Gender, Peace and Security

The goal of Mauerpark Institute’s work on gender issues is to strive for increased gender equity. We consider gender to be the socially and culturally constructed identities, attributes, expectations, roles and relationships associated with performing female, male or other gendered roles in a particular cultural, economic, social and time context. Gender roles are therefore not merely ‘natural’ and unchanging but contingent upon a range of factors, such as class and age. As they relate to each other power dynamics depending on culturally depending values and norms shape the way we interact.

Gender roles are shaped and influenced by cultural beliefs and power dynamics within society.  Factors such as sex, age, social status religious beliefs, sexual orientation, ethnic origin and political views influence how these roles are shaped and consequently access to opportunities, social services, justice but also possible vulnerabilities. Gender roles therefore also depend on how people in a given society relate to each other, define and value different characteristics. This is a highly dynamic and multidimensional process that can be shaped by a variety of factors.

During times of armed conflict gender roles and power dynamics may change or are reinforced or eliminated violently. In order to strengthen sustainable peace, as well as fair and inclusive participation of all members of society to participate free and safely in public and private spheres such gendered dynamics need to be identified and based on the protection of human rights for all as well as human development principles.

The Mauerpark Institute recognize the need to support efforts in a variety of thematic areas including but not limited to:

  1. Peacekeeping missions supporting gender equality and human security principles

Peace support operations have moved from being merely military interventions to missions supporting the reconstruction of local infrastructure and institutions after an armed conflict. The protection of women, men, boys and girls considering their different needs and opportunities has become an integral part of almost all current mission mandates. Gender training for peacekeeping personnel, the establishment of gender units a network of gender focal points, an increased gender balance among staff as well as a zero tolerance policy shall contribute to more gender friendly peacekeeping missions in conflict areas.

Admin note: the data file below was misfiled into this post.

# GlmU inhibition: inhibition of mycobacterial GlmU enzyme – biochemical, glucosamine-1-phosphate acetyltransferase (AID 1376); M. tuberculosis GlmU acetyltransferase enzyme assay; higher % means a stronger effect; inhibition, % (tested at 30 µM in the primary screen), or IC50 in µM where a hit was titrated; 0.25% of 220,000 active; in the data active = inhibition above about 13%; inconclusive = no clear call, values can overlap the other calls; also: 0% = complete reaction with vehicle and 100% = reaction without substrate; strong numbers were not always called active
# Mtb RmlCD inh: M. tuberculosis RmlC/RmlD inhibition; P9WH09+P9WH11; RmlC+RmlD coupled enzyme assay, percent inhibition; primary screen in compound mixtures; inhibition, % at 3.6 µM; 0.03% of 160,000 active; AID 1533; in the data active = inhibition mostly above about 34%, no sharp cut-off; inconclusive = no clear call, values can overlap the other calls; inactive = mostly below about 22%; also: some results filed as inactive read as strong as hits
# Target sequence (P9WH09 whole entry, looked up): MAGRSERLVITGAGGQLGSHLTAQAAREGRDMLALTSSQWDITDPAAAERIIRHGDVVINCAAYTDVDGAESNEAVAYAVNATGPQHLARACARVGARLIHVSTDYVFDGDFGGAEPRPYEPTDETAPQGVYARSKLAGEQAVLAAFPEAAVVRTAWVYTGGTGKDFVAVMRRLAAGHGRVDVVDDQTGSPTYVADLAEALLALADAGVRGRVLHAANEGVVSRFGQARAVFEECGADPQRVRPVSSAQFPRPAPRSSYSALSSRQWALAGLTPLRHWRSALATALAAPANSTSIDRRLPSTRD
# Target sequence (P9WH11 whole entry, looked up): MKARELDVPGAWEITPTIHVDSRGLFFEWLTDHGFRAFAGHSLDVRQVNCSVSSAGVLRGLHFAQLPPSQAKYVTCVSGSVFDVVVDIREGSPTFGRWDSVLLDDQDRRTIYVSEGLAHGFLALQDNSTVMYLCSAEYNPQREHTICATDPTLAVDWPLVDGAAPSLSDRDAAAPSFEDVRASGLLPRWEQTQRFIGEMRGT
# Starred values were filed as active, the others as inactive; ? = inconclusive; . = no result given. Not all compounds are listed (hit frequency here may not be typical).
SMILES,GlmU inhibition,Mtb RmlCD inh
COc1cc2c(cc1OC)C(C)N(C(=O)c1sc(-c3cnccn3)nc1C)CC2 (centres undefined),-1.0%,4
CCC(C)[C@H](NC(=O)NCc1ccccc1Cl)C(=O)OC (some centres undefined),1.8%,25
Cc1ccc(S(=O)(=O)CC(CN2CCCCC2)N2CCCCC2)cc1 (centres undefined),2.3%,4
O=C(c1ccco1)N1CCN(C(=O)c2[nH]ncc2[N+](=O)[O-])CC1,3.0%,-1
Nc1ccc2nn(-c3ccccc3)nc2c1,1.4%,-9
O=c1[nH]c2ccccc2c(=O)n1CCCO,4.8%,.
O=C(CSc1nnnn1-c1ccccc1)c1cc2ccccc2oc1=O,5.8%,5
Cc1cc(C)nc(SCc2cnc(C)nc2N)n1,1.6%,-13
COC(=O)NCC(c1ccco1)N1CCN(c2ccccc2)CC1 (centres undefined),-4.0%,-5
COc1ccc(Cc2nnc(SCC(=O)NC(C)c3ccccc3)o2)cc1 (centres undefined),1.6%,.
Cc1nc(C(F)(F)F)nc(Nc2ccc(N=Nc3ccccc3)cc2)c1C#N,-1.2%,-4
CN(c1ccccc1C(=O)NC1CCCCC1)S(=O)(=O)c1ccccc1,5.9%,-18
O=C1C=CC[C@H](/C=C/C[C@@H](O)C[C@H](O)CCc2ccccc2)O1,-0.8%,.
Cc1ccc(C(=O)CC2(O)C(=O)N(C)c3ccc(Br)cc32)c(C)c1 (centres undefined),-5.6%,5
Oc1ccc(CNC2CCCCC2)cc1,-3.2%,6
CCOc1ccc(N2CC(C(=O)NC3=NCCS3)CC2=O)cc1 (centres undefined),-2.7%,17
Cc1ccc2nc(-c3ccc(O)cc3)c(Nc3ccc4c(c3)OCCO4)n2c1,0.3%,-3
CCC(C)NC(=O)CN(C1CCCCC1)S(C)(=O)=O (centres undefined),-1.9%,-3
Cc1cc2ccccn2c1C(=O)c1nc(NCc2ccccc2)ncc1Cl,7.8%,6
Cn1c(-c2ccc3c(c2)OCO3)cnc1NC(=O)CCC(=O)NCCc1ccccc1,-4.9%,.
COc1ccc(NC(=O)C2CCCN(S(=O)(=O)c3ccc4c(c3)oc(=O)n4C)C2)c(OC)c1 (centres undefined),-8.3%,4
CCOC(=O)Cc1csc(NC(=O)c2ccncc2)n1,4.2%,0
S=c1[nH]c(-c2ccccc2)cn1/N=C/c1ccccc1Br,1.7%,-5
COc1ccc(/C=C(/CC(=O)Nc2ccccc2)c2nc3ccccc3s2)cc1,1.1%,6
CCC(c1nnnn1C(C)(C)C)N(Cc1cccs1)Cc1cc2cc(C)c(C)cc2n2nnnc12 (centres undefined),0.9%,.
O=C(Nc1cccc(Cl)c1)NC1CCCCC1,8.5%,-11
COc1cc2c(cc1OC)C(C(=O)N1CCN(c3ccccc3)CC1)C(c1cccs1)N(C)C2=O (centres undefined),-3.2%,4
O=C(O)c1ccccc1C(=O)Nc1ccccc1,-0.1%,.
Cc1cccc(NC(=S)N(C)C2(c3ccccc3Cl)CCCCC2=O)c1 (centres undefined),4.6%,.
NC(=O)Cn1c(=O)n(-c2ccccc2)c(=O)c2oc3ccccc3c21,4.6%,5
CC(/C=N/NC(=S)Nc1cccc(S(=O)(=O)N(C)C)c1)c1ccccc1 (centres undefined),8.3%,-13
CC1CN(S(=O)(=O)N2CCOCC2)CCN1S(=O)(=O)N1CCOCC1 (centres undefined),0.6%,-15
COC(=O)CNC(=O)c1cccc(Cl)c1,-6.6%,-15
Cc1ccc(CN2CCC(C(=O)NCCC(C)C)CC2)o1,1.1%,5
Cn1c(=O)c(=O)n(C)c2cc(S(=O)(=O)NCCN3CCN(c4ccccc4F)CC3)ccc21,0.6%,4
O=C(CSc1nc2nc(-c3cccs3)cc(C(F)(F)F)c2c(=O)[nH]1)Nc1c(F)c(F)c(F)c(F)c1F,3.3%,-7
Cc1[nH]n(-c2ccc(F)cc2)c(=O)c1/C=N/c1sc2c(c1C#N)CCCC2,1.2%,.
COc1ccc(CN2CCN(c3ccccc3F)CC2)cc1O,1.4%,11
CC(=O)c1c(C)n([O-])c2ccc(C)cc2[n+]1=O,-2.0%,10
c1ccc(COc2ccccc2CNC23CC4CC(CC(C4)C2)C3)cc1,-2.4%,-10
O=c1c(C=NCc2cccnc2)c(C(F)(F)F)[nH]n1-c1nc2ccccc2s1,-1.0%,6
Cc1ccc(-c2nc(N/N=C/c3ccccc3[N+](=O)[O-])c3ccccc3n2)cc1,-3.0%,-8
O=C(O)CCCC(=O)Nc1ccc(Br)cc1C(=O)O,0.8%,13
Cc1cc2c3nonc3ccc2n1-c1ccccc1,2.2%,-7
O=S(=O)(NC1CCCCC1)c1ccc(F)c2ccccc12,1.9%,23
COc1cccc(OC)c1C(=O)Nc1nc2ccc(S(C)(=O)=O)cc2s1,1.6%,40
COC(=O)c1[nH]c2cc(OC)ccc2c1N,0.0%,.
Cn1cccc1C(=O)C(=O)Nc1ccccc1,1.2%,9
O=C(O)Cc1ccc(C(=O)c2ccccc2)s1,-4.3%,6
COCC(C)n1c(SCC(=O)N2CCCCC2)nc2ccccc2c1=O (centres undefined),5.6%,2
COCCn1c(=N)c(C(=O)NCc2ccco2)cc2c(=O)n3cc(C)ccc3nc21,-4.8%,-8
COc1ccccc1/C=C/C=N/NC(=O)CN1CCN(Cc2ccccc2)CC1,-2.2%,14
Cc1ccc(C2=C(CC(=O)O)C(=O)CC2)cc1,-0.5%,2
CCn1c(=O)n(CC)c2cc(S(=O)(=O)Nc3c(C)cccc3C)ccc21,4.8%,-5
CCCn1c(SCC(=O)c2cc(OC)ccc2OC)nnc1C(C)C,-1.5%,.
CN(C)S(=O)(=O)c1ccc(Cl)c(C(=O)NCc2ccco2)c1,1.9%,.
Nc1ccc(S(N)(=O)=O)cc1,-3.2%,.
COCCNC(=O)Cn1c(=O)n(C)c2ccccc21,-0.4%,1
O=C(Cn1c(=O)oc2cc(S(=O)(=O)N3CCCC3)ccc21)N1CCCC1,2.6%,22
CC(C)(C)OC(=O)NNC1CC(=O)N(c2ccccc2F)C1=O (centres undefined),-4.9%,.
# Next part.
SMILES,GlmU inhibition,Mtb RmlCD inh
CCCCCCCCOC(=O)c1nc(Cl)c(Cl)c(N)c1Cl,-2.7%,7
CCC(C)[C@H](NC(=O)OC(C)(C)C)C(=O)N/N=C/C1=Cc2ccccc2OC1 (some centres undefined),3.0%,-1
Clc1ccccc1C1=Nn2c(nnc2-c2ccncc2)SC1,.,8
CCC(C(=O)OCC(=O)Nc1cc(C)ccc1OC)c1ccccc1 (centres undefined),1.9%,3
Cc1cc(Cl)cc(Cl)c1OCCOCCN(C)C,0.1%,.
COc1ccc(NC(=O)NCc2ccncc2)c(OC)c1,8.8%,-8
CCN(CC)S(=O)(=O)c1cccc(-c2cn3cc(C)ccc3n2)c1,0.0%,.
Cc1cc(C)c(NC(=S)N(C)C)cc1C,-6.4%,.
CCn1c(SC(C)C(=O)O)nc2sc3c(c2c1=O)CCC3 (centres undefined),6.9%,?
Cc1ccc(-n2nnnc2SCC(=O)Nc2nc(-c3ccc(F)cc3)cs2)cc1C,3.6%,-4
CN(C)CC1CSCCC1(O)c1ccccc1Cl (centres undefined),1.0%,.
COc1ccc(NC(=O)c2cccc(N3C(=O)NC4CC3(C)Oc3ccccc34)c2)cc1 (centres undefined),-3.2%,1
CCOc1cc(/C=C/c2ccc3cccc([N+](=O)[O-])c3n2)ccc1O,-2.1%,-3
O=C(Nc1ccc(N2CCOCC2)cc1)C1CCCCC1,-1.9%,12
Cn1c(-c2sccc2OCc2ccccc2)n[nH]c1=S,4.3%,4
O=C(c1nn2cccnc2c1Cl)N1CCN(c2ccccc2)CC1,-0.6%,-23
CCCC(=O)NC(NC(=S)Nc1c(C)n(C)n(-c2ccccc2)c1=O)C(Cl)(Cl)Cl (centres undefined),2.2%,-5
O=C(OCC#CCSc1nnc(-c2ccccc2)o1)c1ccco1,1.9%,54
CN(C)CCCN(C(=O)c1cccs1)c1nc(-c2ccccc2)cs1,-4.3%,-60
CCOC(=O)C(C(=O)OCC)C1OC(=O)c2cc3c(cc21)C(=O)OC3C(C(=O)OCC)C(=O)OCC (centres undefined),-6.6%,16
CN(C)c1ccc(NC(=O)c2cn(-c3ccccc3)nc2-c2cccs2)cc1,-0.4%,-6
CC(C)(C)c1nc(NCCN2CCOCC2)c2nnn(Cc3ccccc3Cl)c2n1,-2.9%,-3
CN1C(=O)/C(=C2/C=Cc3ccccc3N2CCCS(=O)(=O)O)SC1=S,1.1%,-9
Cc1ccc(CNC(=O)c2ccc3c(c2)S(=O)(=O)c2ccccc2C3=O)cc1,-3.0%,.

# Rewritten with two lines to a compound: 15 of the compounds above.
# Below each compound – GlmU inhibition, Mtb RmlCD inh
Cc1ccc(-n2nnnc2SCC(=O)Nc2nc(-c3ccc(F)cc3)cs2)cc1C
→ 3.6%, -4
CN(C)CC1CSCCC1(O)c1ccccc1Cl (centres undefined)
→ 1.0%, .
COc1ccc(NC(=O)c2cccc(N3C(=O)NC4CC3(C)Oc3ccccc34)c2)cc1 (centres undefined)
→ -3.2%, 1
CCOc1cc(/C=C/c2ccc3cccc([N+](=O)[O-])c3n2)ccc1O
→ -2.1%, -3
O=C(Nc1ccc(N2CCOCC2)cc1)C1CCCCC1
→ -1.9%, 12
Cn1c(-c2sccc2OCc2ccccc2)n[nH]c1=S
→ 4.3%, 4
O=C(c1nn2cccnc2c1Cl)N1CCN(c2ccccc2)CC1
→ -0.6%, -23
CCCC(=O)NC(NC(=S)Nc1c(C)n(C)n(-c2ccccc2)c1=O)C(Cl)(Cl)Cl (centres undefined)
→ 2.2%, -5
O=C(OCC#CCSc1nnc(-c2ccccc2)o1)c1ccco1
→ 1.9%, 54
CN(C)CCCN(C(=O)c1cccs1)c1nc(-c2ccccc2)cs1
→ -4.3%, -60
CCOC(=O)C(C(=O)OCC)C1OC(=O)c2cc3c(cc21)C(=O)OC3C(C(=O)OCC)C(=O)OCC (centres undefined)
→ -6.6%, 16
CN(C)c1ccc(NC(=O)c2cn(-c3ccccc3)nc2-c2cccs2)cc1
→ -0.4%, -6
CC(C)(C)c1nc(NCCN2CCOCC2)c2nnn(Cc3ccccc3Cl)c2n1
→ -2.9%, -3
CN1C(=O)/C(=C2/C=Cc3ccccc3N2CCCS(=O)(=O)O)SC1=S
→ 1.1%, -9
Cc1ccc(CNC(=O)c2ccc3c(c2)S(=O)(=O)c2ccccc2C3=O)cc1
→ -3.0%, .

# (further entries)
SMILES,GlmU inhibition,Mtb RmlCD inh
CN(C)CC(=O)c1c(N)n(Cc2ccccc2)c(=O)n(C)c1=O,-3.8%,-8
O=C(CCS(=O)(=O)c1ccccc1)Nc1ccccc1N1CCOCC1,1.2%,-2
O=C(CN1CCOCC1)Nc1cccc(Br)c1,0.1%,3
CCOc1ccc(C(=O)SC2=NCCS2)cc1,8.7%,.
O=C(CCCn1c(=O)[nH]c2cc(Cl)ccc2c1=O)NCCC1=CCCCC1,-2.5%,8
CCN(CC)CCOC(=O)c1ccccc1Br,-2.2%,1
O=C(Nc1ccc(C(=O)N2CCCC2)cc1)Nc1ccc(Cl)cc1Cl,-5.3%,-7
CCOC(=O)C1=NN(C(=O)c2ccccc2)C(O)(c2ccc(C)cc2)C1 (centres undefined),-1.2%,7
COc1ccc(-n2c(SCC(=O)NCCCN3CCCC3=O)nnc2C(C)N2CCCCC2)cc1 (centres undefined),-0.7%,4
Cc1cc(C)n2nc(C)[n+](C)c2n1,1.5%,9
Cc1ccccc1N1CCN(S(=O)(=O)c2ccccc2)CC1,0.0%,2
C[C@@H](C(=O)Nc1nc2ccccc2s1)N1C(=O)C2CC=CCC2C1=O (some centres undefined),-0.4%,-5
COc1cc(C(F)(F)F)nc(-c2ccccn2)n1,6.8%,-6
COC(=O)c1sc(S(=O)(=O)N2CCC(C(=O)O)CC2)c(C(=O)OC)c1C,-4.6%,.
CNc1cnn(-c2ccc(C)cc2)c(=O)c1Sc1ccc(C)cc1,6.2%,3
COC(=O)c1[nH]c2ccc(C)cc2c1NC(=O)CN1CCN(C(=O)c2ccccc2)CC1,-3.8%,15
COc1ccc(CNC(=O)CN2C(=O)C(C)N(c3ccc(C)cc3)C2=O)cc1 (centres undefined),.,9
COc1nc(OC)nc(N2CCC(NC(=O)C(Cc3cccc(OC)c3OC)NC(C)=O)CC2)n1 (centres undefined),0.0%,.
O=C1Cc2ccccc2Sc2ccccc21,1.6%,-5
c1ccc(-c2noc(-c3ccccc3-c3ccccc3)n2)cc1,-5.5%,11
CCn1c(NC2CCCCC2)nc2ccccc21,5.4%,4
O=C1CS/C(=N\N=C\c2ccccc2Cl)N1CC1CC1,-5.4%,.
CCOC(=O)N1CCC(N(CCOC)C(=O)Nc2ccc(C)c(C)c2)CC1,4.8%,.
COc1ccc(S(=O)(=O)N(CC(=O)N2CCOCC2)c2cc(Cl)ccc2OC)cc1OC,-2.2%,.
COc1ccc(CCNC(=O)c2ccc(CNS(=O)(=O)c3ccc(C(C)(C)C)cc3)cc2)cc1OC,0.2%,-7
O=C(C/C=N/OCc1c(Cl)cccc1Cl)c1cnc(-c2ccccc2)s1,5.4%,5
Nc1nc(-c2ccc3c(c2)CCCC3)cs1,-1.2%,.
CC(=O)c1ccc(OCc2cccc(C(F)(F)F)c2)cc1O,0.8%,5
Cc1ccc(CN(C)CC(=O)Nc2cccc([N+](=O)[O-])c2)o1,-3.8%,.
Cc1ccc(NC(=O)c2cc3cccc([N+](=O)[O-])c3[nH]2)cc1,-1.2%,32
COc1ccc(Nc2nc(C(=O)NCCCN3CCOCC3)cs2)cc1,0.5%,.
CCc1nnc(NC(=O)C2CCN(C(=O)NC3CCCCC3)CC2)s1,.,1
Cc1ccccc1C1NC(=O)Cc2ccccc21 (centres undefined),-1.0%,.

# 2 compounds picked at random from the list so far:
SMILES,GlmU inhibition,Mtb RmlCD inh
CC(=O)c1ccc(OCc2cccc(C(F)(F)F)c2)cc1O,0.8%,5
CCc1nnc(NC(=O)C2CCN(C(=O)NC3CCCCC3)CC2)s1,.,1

The implementation of women, peace and security policies (such as UNSCR 1325, 1820, 1888 etc.)

Over the past 16 years a number of policies and provisions have contributed to more awareness, political will and monitoring frameworks at the national, regional and international level.

CEDAW and the Beijing Platform of Action, as well as regional human rights treaties, contain specific references to protect women’s rights in armed conflict. The international criminal tribunals as well as the international criminal court contain specific legislation and jurisprudence to respond to sexual and gender based violence in armed conflict in a widespread and systematic manner when constituting crimes against humanity or war crimes.

The most specific provisions are outlined in the women, peace and security resolutions.

  • Resolution 1325 (2000): This first women, peace and security resolution raised significant awareness about the need with respect to the full participation of women in peace processes, the protection of women in armed conflict and prevention of gender-based violence.